Bill Weld announced his presidential exploratory bid last month with a flourish, capturing headlines by calling Donald Trump “a schoolyard bully” and dismissing Washington Republicans for exhibiting “all the symptoms of Stockholm syndrome.”
Then he went dark.
Aside from a few television hits and public appearances, the former Massachusetts governor has done little to suggest his primary election challenge to Trump is something the president needs to worry about.
“It’s a very, very difficult thing to challenge an incumbent president in your own party. Even the best campaigns, even the most rigorous campaigns with lots of money, media and message, still have a tough time,” said Boston- and New Hampshire-based Republican consultant Pat Griffin, who advised Jeb Bush in 2016. “The fact there’s even a question about Weld’s intensity is problematic at this point, because Trump is going to be very hard to beat.”
The Weld 2020 campaign website is a single, barebones page that doesn’t include his biography, any of his positions or even his first name. There’s a place to donate, but no information about upcoming events. While Weld posts several times a week to his 75,000 followers on Facebook, when POLITICO reached out several times in February for his schedule, calls and emails were not returned.
Weld has only held two New Hampshire events since he announced he’s considering a run at a Politics & Eggs breakfast in Bedford, N.H. Both were on college campuses, with what New Hampshire political consultant Bruce Berke called a “built-in audience.”
“He’s going to have to get down and dirty at some point,” Berke said, meaning walking tours, fire station visits and small house parties that aren’t guaranteed to draw a crowd.
The structure of Weld’s campaign remains up in the air. His potential bid is being led by former New Hampshire GOP Chairwoman Jennifer Horn and Weld’s stepson, Marshall Bradlee, but it’s not entirely clear who is in charge. On the day of his announcement, Horn directed questions to Bradlee, who she said was managing the “media side” of Weld’s operation.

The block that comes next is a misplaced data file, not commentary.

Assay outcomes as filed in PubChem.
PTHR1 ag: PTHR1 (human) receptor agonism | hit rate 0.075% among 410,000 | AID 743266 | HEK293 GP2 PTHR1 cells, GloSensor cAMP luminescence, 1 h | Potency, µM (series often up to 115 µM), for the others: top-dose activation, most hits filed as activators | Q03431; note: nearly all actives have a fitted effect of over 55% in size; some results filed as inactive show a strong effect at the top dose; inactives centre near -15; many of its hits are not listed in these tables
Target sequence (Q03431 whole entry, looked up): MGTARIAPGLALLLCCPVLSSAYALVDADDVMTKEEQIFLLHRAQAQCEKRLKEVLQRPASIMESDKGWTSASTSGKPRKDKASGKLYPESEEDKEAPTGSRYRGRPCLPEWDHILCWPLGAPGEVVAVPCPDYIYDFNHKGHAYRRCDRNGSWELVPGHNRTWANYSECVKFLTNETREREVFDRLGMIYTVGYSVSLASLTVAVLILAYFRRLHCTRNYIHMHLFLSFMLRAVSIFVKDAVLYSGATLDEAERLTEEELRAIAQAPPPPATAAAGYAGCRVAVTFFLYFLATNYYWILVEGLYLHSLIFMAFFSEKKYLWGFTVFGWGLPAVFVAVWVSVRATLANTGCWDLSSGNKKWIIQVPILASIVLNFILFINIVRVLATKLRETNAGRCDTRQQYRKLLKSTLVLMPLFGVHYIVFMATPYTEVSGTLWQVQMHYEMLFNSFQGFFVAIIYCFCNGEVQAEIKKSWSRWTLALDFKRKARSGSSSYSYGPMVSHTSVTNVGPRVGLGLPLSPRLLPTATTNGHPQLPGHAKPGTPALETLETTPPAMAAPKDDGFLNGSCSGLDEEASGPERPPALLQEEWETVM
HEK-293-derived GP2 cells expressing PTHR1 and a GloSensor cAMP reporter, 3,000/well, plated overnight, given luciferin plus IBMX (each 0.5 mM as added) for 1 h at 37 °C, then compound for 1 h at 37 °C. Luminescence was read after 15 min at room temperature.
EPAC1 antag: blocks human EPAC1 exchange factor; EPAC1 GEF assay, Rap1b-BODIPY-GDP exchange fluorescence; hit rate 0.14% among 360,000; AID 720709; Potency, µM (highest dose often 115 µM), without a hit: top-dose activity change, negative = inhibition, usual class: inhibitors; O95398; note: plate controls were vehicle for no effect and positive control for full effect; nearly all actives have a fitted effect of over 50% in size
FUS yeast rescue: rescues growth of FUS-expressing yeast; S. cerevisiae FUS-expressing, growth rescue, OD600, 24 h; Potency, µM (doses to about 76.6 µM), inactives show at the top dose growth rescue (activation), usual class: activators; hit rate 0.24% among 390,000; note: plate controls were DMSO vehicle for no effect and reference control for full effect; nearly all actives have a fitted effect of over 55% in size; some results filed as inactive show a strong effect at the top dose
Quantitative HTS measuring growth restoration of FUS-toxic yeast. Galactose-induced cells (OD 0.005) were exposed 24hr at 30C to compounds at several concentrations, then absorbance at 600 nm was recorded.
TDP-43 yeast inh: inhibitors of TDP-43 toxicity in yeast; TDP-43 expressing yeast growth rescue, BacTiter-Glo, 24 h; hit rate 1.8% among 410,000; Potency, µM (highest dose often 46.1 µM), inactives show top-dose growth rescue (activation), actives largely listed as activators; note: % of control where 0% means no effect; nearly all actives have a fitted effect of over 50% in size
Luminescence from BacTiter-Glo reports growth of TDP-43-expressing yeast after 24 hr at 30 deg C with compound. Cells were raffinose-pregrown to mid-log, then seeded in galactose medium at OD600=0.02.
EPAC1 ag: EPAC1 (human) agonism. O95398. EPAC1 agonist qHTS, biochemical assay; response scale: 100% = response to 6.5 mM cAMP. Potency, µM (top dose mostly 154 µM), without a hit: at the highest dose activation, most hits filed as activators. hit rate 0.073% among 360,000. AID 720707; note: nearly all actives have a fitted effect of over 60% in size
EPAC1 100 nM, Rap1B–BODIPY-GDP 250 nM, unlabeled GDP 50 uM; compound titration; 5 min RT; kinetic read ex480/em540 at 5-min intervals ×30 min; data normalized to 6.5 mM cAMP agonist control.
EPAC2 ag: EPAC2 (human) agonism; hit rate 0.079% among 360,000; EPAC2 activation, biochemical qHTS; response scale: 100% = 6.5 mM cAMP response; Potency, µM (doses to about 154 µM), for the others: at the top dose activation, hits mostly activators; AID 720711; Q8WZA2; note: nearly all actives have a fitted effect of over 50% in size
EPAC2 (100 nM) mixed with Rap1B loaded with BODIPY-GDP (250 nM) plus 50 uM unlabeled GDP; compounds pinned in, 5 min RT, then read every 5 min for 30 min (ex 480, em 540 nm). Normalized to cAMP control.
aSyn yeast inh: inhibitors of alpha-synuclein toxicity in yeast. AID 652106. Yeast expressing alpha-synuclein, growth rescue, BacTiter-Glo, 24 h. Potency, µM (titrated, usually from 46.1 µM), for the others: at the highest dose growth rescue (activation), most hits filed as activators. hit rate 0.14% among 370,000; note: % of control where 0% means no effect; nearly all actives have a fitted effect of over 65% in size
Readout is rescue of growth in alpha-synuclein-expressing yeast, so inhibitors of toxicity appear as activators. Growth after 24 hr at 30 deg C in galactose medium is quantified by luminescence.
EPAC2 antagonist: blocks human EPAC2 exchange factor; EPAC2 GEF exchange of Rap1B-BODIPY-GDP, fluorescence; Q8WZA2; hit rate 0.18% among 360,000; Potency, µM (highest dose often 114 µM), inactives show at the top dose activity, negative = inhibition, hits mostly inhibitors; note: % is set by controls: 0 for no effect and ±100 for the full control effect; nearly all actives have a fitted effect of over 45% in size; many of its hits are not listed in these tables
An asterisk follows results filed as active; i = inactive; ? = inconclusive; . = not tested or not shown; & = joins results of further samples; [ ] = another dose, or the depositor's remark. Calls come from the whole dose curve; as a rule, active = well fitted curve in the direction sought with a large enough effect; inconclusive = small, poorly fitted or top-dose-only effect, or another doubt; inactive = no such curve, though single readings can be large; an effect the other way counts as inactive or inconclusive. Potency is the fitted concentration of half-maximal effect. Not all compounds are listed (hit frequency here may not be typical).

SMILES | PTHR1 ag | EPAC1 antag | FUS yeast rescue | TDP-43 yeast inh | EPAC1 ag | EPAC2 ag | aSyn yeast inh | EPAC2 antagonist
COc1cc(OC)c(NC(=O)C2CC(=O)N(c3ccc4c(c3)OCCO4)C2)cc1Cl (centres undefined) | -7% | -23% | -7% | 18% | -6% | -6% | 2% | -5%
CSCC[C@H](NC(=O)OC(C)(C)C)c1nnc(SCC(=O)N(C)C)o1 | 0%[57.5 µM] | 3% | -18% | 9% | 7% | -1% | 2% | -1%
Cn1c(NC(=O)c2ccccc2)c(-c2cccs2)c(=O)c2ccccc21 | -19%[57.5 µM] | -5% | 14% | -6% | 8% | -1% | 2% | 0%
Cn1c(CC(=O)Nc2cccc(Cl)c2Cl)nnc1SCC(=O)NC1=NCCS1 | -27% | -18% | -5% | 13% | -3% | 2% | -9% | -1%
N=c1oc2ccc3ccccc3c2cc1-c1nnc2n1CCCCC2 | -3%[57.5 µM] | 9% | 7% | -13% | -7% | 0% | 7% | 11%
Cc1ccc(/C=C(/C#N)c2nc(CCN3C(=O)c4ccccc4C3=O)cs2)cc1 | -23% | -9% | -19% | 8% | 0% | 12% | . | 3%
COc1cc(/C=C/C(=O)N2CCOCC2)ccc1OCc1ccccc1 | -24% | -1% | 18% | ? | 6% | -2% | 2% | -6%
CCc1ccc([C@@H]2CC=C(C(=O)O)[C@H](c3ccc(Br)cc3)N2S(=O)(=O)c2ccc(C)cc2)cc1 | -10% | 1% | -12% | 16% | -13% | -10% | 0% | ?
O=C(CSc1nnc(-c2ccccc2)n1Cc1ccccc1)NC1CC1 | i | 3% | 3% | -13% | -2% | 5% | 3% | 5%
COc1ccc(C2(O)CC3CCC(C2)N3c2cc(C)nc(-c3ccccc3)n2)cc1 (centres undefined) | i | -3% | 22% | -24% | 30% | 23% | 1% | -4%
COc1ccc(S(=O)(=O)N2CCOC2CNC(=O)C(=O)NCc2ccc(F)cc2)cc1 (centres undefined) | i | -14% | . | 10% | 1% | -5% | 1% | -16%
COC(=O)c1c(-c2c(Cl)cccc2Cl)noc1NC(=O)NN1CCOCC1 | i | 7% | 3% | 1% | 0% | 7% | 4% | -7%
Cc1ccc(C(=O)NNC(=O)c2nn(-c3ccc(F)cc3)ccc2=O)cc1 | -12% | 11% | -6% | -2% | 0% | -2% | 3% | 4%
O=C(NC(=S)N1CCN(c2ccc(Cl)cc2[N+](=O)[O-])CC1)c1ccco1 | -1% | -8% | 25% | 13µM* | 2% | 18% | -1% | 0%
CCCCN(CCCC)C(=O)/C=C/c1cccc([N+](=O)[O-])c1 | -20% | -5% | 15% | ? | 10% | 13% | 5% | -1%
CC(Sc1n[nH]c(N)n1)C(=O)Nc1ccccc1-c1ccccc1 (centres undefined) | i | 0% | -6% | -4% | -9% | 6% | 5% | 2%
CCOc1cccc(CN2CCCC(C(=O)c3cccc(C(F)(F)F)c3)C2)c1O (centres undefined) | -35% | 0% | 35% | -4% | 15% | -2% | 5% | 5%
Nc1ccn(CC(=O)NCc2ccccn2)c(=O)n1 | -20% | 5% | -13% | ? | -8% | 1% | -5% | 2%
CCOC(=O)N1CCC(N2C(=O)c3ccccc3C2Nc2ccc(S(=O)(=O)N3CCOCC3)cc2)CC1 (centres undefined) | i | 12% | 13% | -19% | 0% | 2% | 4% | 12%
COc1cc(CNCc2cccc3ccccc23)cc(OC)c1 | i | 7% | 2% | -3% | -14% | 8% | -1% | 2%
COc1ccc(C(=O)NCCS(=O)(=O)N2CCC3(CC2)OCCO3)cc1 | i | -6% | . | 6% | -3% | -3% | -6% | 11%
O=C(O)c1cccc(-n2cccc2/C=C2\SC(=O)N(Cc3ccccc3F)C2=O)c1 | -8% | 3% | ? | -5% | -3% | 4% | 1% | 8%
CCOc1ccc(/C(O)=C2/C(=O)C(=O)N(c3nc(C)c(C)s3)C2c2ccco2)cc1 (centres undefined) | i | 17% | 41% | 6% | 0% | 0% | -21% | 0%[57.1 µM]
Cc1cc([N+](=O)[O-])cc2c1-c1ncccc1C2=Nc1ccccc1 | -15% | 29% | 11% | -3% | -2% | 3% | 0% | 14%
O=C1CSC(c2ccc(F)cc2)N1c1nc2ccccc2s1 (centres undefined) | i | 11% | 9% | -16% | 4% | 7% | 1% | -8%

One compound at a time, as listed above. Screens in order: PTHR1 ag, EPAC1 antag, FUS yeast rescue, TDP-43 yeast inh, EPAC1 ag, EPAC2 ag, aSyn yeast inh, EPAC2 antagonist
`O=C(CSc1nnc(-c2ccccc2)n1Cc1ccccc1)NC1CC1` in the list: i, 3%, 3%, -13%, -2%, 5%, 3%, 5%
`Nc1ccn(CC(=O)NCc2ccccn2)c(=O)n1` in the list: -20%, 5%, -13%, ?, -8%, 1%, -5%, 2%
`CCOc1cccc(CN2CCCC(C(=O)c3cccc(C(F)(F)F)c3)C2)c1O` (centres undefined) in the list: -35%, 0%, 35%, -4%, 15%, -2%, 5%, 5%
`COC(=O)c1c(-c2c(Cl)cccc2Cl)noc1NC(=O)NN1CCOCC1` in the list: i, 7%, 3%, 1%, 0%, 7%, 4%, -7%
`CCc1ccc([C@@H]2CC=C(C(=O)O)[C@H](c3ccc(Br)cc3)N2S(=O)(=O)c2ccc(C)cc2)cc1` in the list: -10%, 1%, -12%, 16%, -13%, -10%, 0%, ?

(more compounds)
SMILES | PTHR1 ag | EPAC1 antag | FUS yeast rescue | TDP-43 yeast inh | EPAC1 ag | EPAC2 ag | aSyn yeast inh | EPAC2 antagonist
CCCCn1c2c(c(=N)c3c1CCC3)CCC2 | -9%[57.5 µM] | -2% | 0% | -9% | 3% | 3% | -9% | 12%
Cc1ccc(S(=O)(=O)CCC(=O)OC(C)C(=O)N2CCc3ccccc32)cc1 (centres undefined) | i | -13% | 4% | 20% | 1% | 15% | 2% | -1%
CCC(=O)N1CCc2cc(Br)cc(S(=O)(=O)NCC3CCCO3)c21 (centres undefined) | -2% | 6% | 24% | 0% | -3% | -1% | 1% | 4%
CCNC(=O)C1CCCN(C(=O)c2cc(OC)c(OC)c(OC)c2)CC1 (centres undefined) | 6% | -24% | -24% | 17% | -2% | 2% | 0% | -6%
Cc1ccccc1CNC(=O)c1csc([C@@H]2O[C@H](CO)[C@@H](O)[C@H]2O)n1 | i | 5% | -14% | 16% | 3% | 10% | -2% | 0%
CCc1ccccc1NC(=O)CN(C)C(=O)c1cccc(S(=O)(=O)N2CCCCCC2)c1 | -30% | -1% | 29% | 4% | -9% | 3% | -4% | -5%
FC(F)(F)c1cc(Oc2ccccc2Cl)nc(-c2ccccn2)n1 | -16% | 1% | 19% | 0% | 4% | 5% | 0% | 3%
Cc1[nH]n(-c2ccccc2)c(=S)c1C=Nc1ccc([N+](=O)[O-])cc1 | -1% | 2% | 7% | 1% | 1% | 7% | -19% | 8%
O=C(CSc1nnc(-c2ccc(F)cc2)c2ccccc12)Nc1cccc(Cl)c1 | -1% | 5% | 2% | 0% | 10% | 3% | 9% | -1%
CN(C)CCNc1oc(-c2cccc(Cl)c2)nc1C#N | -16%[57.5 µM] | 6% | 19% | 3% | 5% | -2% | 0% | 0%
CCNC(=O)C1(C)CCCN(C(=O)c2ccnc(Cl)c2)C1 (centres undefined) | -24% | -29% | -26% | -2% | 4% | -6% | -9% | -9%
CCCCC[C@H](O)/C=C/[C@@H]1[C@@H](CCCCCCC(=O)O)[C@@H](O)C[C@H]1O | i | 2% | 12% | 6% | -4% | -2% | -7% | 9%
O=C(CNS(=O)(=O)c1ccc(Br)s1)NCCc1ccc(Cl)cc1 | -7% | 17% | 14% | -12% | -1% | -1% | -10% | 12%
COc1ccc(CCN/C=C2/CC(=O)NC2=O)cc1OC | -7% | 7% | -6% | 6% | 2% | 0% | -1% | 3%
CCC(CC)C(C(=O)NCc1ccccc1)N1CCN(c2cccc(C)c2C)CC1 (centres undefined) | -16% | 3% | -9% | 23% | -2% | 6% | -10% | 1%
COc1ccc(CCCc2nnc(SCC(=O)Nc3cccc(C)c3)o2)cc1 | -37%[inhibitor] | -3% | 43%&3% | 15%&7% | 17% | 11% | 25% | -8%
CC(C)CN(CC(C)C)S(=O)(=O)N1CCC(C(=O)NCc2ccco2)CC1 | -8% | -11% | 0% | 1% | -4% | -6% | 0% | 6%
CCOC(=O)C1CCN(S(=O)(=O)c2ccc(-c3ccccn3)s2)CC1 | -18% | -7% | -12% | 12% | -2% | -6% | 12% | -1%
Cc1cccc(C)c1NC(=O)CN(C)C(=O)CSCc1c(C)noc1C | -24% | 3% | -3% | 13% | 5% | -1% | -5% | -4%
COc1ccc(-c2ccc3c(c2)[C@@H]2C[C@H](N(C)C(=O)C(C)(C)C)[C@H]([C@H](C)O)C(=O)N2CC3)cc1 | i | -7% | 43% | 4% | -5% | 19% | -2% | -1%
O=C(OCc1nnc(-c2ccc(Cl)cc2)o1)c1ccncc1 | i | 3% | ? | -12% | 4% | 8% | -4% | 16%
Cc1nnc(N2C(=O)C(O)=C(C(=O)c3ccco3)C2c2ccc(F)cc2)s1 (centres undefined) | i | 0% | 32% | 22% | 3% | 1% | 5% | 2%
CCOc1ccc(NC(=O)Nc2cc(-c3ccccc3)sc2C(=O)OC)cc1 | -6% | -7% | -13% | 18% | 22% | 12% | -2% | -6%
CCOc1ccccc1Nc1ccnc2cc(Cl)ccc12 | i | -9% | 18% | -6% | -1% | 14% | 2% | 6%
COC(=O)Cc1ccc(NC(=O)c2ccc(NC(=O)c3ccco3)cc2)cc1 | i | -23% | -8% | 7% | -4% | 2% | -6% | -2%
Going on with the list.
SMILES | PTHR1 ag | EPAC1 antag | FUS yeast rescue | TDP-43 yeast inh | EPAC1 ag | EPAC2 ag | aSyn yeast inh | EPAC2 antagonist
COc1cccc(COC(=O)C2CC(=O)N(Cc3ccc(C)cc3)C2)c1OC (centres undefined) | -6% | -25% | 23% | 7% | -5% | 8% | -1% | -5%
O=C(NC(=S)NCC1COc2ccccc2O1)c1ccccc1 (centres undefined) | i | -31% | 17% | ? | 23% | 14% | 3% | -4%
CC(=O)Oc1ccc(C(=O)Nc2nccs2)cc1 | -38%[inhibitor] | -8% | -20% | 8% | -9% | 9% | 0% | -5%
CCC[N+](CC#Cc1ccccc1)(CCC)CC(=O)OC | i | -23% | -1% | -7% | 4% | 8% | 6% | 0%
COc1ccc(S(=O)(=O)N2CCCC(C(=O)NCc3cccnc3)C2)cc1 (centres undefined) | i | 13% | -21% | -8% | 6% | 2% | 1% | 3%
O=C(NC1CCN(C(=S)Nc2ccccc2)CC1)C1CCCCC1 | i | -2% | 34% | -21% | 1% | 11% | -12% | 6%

Two weeks later, Bradlee said he was “second banana” and deferred to Horn.
Even Weld admits his fundraising numbers are anemic. Asked on Tuesday how much money he raised after launching his exploratory committee, Weld said “not a great deal.” Horn stood beside him shaking her head, trying to get him to stop talking.
“But there’s certain things I can’t do legally until I’m an announced candidate on the fundraising front,” Weld added. He said he’ll primarily visit New Hampshire while in the exploratory phase and plans to make a decision within one or two months on whether to launch an official campaign.
His campaign did not respond to a follow-up question over email about how much he has raised.
“He needs to prove he can raise money. Before the voter primary, there’s a donor primary,” said Dan Eberhart, a major Republican donor who supported Trump in 2016. “To challenge Trump in 2020, Weld, [former Ohio Gov. John] Kasich or [Maryland Gov. Larry] Hogan needs to be building out a brain trust that is fit for mission impossible.”
The ragged start of Weld’s 2020 campaign is a far cry from the 1990s, when as a popular, two-term Massachusetts governor he drew mention as a contender for the GOP presidential nomination. Weld won reelection to his second term in deep blue Massachusetts with 71 percent of the vote in 1994.